EL PASO, Texas (Border Report) – Title 42 is ending on May 23, but the debate goes on whether the border public health policy should’ve ever been put in place and what will happen once it’s gone.
“This order was a pretext to close the border to Black, brown and Indigenous people,” U.S. Rep. Nanette Diaz Barragan said in a Wednesday hearing of the House Committee on Homeland Security. “Leading medical experts consistently argued there was no public health justification to close the border to asylum-seekers.”
Others say the post-Trump migrant surge will ramp up when border agents lose a tool that has allowed them to swiftly expel 1.7 million unauthorized migrants since March 2020.
“Title 42 has allowed us to stem the tide. If we take Title 42 away, we are headed for 3 million (apprehensions) this year […] our nation cannot sustain this,” said U.S. Rep. Clay Higgins, R-Louisiana. “Right now, it’s a legal tool that is needed on the border. If we take it way, I’m afraid the demise of our nation will accelerate. What we’re witnessing right now will become worse and worse.”
Just like immigration advocates challenged Title 42 in court when the Trump administration started it, Republicans are now trying to get a federal judge to force President Joe Biden to keep it in place.
“This suit challenges an imminent, man-made, self-inflicted calamity: The abrupt elimination of the only safety valve preventing this administration’s disastrous border policies from devolving into an unmitigated chaos and catastrophe,” says the suit filed in U.S. District Court in Lafayette, Lousiana.
On Wednesday in Capitol Hill, expert witnesses and Democratic lawmakers said doing away with Title 42 is the right thing to do. There’s no proof it helped prevent cross-border transmission of COVID-19, the pandemic is largely under control now and the policy continues to endanger asylum-seekers, they said.
“We applaud the Biden administration’s decision to terminate the Title 42 policy. It is not and never was a justifiable public health response to the pandemic, as epidemiologists and medical experts have repeatedly confirmed,” said Kennji Kizuka, senior policy analyst for Human Rights First. “Instead, the Title 42 policy has been used to evade U.S. asylum laws and treaty obligations.”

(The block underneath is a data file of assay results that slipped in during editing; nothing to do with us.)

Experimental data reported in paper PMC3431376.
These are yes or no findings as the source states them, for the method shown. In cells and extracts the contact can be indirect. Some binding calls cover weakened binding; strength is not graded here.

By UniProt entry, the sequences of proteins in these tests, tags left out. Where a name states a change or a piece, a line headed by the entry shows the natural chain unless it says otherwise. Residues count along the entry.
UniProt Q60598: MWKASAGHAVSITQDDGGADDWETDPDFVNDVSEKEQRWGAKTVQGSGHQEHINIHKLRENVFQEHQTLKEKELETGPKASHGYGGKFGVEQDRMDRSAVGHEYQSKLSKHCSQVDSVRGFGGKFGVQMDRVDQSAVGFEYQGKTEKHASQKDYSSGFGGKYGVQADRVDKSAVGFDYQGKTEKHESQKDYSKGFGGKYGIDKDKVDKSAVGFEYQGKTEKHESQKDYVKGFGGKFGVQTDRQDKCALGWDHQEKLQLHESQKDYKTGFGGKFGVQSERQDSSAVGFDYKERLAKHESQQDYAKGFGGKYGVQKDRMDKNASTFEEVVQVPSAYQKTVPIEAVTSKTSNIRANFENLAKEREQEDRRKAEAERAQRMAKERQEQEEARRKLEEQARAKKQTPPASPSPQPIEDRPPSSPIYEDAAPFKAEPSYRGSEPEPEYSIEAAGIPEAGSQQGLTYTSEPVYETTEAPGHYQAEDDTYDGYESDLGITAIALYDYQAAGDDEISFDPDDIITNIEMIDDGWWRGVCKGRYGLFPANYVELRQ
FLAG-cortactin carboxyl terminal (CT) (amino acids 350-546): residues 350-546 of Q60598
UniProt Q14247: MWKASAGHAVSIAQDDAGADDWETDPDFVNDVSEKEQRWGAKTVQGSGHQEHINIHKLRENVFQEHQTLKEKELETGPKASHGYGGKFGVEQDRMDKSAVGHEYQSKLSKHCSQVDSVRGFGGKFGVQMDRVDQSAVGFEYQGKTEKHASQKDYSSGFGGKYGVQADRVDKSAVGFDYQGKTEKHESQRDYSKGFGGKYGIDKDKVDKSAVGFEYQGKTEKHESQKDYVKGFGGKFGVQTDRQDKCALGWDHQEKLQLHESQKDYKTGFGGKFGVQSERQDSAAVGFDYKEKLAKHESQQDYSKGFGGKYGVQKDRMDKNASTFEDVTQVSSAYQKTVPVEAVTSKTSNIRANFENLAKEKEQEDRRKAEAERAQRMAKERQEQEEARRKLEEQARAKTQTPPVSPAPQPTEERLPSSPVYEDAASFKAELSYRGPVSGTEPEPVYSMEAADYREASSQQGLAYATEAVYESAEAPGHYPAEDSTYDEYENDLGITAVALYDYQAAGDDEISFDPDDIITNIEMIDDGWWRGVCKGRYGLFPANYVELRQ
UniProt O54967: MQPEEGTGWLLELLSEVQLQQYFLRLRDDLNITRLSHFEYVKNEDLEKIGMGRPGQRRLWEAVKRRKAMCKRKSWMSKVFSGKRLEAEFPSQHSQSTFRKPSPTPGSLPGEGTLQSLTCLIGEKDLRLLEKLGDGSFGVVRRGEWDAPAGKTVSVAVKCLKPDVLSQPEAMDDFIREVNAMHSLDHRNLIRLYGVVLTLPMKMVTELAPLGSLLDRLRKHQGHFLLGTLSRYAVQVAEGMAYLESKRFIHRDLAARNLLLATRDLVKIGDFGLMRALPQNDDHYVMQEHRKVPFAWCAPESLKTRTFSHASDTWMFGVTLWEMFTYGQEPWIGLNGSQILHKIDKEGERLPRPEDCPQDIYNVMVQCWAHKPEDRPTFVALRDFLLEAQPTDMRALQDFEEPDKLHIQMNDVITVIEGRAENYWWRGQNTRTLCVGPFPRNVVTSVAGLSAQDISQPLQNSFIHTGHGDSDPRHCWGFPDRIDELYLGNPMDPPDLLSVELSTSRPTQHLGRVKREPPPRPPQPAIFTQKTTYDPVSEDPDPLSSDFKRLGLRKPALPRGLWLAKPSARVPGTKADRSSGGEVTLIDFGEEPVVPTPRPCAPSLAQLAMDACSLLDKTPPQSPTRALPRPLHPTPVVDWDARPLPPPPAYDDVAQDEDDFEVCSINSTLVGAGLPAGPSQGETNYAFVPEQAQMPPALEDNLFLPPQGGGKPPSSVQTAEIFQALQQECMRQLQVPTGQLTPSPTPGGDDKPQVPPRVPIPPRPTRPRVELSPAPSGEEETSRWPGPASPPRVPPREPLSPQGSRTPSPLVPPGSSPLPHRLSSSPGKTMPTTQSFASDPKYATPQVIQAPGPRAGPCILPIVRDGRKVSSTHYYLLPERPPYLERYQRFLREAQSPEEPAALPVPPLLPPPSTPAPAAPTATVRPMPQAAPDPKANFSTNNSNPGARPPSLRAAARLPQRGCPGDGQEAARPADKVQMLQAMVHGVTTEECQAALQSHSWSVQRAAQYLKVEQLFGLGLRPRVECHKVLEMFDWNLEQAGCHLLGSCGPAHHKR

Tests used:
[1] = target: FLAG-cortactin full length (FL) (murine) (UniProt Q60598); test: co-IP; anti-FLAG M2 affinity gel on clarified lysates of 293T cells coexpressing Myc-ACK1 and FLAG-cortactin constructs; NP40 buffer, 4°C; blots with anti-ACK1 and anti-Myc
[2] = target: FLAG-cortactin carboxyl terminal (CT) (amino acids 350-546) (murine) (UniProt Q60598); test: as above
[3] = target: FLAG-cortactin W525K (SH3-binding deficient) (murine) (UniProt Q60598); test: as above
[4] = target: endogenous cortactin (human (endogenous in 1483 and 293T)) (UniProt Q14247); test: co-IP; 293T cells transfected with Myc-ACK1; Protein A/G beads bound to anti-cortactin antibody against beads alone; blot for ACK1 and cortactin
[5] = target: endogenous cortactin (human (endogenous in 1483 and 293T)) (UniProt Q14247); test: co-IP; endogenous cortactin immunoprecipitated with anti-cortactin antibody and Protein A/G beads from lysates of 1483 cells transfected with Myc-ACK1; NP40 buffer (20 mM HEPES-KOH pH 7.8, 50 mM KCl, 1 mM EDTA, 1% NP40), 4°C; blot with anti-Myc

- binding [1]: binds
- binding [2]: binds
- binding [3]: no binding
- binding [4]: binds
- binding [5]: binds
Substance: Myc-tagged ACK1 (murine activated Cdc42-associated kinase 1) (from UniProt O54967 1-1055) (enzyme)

Advocates have documented hundreds of crimes against migrants expelled under Title 42 and say Border Patrol “encounters” (2 million in calendar year 2021) have ballooned because those migrants attempt multiple illegal crossings because ports of entry remain closed to lawfully apply for asylum.
Border law enforcement officials like Cochise County (Arizona) Sheriff Mark Dannels, said Title 42 should stay in place until the federal government comes up with a new policy to effectively manage migration flows.
He says his department is spending $17,000 a week to patrol areas where an increasing number of migrants – and drug cartel members using them as cover – is passing through. He said the situation in his mostly rural enclave of the border is “at a level we’ve never seen.”
U.S. Rep. Veronica Escobar, D-Texas, said migration patterns have been changing since the Obama administration.
“The truth is: This is complicated. It’s not easy. There is no one who wants to see security and dignity more than those of us who live on the border,” the El Paso Democrat said. “But addressing migration only at the border is a signal of failure.”
She added neither building more border wall nor expelling migrants under Title 42 has stopped unauthorized migration, and she advocated for U.S. immigration reform.